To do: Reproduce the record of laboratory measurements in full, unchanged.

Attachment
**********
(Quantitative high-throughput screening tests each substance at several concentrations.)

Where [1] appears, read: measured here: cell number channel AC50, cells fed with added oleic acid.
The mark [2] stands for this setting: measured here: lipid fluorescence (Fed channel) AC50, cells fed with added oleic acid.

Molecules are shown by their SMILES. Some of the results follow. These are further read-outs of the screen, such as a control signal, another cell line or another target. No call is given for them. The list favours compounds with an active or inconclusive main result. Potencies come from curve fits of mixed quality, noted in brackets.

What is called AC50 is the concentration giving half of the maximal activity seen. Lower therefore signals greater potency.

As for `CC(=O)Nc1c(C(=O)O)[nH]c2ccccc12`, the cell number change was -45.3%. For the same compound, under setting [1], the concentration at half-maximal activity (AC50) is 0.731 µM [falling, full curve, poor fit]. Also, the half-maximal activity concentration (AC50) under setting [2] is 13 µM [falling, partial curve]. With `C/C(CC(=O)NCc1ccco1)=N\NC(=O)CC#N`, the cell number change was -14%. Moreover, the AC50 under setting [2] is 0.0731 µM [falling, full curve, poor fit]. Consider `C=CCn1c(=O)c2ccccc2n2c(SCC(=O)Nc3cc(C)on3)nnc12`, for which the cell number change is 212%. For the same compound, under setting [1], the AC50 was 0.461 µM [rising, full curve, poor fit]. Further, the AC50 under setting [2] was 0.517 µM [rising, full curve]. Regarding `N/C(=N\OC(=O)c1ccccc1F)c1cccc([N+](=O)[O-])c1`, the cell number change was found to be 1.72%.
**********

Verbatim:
(Quantitative high-throughput screening tests each substance at several concentrations.)

Where [1] appears, read: measured here: cell number channel AC50, cells fed with added oleic acid.
The mark [2] stands for this setting: measured here: lipid fluorescence (Fed channel) AC50, cells fed with added oleic acid.

Molecules are shown by their SMILES. Some of the results follow. These are further read-outs of the screen, such as a control signal, another cell line or another target. No call is given for them. The list favours compounds with an active or inconclusive main result. Potencies come from curve fits of mixed quality, noted in brackets.

What is called AC50 is the concentration giving half of the maximal activity seen. Lower therefore signals greater potency.

As for `CC(=O)Nc1c(C(=O)O)[nH]c2ccccc12`, the cell number change was -45.3%. For the same compound, under setting [1], the concentration at half-maximal activity (AC50) is 0.731 µM [falling, full curve, poor fit]. Also, the half-maximal activity concentration (AC50) under setting [2] is 13 µM [falling, partial curve]. With `C/C(CC(=O)NCc1ccco1)=N\NC(=O)CC#N`, the cell number change was -14%. Moreover, the AC50 under setting [2] is 0.0731 µM [falling, full curve, poor fit]. Consider `C=CCn1c(=O)c2ccccc2n2c(SCC(=O)Nc3cc(C)on3)nnc12`, for which the cell number change is 212%. For the same compound, under setting [1], the AC50 was 0.461 µM [rising, full curve, poor fit]. Further, the AC50 under setting [2] was 0.517 µM [rising, full curve]. Regarding `N/C(=N\OC(=O)c1ccccc1F)c1cccc([N+](=O)[O-])c1`, the cell number change was found to be 1.72%.